Improving Your Self-Talk During Tennis Practice or Matches

Quite often, as coaches, we hear new students talk negatively about their strokes. One common student answer to “Is there anything that you know you need to work on?” is “Well, my backhand SUCKS” or “My serve is TERRIBLE.” This is unhelpful self-talk and programs the student for hesitancy in repeating more of what they know they need to work on.

If you know you need to become more consistent on your backhand, the best way is to hit the backhand more often in practice. Of course, in match play, we try to use tactics to emphasize our strengths and minimize our weaknesses. But in practice, unless you’re specifically working on emphasizing a strength, you should hit your weaker shots more often to strengthen them. Anything that threatens this must be addressed promptly, and negative self-talk or poor emotional regulation are the most likely culprits.

The right mindset is to show love to your backhand. Or show love to your serve. Show love to any shot you know is a weakness in your game. What do we do when we love something? We show more attention to it, actively care for it, and don’t talk down to it. That means, for example, reminding yourself to run around your forehands to hit an extra backhand or two in practice. Psyche yourself into enjoying hitting your weaker shots in practice, and watch how you talk about your weaker strokes to others as well.

Instead of saying “My backhand sucks,” try saying “I’m looking forward to improving my backhand in the near future,” or “I have the opportunity to make my serve more consistent, and that will help me win more matches.” You can also be more specific about what you’d like to address about a stroke in order to focus your mind during practice.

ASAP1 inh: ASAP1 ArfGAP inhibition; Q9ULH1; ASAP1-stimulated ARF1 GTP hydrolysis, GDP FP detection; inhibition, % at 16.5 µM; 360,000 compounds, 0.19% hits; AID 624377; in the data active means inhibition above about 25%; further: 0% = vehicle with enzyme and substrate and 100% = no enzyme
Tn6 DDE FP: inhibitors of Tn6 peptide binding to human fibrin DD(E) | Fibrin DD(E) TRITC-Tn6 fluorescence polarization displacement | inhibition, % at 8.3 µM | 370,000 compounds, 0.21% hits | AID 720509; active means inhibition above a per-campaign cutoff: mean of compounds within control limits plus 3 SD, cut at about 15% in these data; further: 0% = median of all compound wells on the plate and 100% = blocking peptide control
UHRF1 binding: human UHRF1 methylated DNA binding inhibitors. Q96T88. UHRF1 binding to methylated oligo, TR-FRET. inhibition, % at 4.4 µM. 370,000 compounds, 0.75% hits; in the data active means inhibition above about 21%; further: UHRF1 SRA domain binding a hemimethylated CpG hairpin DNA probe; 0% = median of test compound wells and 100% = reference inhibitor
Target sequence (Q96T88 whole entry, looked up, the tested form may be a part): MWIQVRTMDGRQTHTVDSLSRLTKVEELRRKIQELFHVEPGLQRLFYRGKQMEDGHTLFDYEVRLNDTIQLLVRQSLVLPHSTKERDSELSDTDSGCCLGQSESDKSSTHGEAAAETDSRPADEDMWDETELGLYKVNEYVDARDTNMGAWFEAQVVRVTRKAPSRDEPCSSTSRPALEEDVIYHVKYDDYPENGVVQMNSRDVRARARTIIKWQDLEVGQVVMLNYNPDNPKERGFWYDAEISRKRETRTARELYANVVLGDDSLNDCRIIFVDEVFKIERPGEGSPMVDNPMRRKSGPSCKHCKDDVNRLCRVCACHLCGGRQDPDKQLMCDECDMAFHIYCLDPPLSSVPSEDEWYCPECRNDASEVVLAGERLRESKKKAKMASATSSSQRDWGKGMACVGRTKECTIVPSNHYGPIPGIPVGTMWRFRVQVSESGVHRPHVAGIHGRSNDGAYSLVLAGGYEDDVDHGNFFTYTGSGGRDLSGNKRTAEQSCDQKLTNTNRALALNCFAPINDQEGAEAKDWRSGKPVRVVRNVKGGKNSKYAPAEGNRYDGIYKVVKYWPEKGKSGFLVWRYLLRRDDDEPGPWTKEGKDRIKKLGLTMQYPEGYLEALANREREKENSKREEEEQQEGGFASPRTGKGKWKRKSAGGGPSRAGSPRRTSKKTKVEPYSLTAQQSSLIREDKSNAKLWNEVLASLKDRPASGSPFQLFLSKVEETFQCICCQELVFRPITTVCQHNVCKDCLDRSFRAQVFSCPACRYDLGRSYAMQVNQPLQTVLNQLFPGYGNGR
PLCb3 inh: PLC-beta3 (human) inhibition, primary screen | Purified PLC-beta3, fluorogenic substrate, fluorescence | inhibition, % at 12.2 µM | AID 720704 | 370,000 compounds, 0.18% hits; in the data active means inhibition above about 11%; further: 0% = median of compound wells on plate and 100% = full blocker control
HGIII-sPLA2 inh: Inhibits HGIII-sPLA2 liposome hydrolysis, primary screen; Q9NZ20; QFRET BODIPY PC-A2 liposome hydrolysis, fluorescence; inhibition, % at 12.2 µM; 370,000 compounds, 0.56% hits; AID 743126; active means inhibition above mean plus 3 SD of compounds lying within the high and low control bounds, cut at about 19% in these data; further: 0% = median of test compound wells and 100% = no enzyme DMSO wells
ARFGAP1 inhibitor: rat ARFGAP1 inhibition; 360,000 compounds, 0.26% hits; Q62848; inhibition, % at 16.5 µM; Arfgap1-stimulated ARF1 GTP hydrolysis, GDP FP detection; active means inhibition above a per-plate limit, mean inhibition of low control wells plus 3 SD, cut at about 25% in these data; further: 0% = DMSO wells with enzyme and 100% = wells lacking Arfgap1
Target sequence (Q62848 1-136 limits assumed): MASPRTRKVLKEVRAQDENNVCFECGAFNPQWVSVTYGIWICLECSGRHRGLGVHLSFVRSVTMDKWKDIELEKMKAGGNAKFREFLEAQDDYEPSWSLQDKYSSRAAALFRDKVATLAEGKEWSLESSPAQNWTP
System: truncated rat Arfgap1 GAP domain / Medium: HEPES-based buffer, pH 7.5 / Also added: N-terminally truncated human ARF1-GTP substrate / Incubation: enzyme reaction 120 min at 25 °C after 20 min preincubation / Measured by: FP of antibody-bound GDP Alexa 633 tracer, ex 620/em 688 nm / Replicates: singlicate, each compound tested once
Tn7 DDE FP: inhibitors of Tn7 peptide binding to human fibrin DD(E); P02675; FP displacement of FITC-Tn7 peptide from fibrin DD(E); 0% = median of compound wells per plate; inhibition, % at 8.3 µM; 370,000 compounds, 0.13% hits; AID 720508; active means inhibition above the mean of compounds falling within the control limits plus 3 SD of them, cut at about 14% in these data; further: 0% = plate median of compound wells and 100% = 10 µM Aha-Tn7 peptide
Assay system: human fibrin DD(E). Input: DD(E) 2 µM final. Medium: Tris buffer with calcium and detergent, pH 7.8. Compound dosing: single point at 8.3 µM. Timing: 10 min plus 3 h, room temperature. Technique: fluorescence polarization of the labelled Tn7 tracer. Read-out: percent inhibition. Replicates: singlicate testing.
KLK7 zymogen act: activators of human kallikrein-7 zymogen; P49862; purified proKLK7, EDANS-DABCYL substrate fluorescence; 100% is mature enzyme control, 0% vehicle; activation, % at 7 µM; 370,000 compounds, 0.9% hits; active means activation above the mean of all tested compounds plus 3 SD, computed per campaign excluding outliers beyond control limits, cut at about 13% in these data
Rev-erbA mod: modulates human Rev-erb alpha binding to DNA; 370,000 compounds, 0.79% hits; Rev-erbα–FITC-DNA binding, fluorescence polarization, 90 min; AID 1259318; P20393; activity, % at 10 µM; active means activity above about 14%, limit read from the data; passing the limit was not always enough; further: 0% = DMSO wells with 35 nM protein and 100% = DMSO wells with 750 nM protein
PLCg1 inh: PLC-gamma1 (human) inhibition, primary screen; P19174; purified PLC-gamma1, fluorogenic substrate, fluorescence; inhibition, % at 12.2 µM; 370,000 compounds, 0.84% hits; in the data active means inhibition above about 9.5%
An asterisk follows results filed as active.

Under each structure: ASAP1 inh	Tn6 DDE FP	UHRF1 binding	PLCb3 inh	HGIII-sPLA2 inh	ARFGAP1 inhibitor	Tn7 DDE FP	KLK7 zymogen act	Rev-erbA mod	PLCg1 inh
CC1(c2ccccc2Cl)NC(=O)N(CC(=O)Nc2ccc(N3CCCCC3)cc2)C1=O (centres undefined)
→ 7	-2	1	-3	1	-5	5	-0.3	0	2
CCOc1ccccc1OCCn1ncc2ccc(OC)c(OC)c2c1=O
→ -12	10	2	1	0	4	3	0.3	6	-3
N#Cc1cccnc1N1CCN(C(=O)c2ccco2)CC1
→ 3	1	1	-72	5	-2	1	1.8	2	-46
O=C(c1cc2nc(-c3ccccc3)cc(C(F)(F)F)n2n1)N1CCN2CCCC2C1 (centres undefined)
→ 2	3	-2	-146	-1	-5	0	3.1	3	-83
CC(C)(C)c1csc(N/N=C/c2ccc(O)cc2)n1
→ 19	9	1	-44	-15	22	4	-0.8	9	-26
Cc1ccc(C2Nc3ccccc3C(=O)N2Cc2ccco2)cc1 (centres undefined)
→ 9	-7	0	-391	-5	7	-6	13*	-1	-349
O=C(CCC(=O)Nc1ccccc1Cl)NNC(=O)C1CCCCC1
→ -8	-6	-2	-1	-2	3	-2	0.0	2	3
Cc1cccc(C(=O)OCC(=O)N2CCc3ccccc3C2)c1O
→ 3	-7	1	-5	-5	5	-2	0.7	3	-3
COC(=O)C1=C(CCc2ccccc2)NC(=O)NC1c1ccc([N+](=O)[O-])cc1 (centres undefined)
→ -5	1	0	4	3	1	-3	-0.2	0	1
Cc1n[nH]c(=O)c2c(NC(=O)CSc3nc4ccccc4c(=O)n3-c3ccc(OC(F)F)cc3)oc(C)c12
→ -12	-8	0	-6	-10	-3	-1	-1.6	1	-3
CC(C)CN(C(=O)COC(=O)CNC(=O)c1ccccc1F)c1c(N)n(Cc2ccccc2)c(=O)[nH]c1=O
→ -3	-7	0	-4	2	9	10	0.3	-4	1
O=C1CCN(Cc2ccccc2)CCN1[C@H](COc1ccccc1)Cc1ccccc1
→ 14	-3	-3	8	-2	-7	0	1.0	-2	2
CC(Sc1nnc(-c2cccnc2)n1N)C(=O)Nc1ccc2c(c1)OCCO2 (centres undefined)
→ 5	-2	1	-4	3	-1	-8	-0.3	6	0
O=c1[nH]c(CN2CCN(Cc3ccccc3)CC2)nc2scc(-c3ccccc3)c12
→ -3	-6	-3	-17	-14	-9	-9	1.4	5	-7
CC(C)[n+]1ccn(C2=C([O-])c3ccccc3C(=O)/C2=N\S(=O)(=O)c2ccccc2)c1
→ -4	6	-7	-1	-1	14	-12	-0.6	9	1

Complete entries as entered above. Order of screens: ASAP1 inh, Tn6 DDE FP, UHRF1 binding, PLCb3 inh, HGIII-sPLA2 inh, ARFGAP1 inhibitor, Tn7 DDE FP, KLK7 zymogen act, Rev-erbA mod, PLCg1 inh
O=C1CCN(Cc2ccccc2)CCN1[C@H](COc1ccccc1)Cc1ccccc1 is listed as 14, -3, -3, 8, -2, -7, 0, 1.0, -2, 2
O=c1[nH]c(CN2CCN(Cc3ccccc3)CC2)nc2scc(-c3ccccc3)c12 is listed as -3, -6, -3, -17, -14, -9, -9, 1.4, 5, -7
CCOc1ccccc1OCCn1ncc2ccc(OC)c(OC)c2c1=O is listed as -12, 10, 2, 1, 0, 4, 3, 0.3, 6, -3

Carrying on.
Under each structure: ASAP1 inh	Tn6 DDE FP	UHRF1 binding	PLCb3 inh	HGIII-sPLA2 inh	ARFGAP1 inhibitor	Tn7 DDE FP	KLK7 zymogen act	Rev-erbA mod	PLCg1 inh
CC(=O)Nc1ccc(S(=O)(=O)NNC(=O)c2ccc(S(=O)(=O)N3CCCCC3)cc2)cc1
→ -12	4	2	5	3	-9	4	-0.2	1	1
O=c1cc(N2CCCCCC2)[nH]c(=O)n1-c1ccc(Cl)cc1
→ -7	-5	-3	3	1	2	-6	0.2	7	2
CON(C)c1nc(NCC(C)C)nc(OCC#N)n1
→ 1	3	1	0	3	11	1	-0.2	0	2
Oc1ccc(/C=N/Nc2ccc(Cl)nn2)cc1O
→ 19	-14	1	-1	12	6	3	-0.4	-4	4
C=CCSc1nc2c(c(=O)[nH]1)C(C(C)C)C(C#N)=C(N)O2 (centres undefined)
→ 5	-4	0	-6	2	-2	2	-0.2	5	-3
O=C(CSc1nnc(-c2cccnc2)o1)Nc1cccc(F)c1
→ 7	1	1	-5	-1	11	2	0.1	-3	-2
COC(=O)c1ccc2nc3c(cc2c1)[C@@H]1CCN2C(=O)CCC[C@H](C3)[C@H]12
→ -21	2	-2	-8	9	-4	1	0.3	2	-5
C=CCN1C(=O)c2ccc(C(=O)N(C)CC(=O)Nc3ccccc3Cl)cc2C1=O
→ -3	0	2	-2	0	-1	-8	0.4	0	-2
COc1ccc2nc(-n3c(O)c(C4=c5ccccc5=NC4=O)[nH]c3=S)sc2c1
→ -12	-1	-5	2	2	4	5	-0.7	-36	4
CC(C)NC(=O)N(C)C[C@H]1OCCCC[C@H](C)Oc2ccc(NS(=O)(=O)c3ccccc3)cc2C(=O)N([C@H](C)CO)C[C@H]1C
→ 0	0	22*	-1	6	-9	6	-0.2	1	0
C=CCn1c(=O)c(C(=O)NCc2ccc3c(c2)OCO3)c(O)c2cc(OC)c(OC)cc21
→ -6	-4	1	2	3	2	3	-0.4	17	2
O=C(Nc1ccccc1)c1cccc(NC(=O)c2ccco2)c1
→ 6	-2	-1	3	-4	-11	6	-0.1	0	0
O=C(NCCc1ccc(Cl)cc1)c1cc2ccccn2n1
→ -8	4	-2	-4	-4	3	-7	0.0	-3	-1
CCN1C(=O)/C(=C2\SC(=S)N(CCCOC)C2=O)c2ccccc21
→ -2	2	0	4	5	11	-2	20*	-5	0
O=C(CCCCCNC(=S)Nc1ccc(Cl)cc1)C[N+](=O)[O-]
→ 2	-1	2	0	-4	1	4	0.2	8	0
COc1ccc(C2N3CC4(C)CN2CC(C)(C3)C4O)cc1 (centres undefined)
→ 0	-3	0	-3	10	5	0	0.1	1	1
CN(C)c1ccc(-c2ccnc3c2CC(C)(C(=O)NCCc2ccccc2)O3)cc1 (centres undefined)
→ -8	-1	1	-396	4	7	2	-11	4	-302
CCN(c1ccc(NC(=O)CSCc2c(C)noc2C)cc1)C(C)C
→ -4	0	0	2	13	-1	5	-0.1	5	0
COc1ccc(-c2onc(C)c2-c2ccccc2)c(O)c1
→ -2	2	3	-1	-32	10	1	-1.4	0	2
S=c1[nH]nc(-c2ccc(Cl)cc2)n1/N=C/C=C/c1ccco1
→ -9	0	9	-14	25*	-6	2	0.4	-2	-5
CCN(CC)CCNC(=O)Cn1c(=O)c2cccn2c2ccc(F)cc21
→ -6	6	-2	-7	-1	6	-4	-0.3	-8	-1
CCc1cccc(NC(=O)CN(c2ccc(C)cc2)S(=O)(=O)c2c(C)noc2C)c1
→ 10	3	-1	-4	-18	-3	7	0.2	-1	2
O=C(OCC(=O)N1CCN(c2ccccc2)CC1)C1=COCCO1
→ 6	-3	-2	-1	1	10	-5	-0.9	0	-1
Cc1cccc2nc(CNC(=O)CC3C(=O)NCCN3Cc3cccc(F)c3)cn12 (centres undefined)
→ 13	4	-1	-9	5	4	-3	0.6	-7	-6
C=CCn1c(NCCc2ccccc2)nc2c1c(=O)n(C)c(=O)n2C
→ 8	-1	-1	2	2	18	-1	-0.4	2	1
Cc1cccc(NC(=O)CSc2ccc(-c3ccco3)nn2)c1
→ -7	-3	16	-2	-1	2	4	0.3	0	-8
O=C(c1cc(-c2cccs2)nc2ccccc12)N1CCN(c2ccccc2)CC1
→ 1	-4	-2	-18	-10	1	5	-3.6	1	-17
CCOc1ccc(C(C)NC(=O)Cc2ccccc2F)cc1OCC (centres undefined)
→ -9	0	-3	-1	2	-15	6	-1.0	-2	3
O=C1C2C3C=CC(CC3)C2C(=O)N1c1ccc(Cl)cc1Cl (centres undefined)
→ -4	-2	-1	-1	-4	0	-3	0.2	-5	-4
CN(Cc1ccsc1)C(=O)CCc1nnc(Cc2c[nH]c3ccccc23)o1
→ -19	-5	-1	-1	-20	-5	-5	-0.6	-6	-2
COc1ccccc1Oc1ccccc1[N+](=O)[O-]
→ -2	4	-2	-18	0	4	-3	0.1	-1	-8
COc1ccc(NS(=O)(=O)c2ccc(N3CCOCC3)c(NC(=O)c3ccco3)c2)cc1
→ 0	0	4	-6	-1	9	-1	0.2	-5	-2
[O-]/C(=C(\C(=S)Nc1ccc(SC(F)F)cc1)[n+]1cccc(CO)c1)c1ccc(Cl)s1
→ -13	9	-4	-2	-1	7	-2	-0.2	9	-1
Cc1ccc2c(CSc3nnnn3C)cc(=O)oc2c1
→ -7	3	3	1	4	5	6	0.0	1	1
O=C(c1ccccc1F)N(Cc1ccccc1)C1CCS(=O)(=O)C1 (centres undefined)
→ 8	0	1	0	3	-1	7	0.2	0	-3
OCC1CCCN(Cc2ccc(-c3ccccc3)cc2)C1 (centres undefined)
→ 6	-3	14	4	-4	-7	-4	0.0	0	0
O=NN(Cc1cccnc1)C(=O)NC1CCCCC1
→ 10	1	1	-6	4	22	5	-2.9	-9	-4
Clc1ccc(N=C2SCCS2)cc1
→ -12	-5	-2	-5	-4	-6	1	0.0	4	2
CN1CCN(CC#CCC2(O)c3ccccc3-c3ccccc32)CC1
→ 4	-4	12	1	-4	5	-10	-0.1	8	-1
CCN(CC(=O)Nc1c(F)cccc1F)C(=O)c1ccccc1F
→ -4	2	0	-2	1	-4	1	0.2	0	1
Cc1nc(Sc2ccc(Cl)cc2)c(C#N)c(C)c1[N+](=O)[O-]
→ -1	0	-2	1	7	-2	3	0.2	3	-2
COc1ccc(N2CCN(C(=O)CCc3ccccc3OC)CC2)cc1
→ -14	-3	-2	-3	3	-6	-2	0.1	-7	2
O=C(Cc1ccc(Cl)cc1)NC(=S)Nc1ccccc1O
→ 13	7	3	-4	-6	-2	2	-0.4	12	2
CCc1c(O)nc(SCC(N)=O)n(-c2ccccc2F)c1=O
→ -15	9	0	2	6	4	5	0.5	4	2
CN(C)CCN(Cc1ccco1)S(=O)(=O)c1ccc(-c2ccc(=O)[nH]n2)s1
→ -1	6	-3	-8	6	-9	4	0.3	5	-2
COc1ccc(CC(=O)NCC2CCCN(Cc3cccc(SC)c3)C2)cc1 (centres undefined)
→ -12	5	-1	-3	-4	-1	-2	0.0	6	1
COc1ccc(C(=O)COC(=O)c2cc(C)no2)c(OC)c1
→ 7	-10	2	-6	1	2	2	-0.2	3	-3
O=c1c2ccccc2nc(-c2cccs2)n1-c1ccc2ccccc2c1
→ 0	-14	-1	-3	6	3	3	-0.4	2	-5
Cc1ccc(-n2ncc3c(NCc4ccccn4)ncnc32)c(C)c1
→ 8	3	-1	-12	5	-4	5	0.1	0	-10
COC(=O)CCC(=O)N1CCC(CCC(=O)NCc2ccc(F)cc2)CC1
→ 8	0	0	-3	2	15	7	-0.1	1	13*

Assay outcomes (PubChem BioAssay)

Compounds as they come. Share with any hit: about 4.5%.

For example, if you are struggling to generate depth on your volley to push your opponent back in the court more often, say to yourself: “I’m enjoying making my volley a more powerful weapon by being able to hit it deeper.”

Another way to regulate your emotions and performance during practice is to use “goal-directed self-talk.” Examples of goal-directed self-talk are things like: “maintain a low-to-high racquet path,” “focus on the impact point,” “keep the ball deep”, “extended your strings to the target”, “accelerate the racquet head”, and so on. Phrase them as commands to yourself. This is most useful in the moment when you are hitting shots on court, as a focused and repetitive reminder.

One comprehensive 2020 Applied Sports Psychology study titled “Self-talk and emotions in tennis players during competitive matches.” makes the conclusion (under the heading “Conclusions for Practice”) that:

“Players can use goal-directed self-talk to proactively and reactively regulate emotions.” (Julian et al, 2020)

Proactive here means that you actively remind yourself about a set goal; reactive means that you catch your unregulated emotional self-talk and redirect it to be goal-oriented.

Tennis is a (mostly) a solitary sport, with, at best, only your doubles partner to help you with your self-talk or mindset. This fact means that the cognitive aspects of tennis are extremely important to how much you get out of practice and to how you ultimately perform. How you talk about your shots during practice or competition both to yourself and to others is under your conscious control, and you should take full advangate of that the next time you’re on court!

So get out there and pratice positive and goal-directed self-talk, and you’ll improve faster than you thought possible.

If you’re in Vancouver, Canada, consider working with our Precision Tennis team of professional tennis coaches! Link:

Fritsch, J., Jekauc, D., Elsborg, P., Latinjak, A. T., Reichert, M., & Hatzigeorgiadis, A. (2020). Self-talk and emotions in tennis players during competitive matches. Journal of Applied Sport Psychology.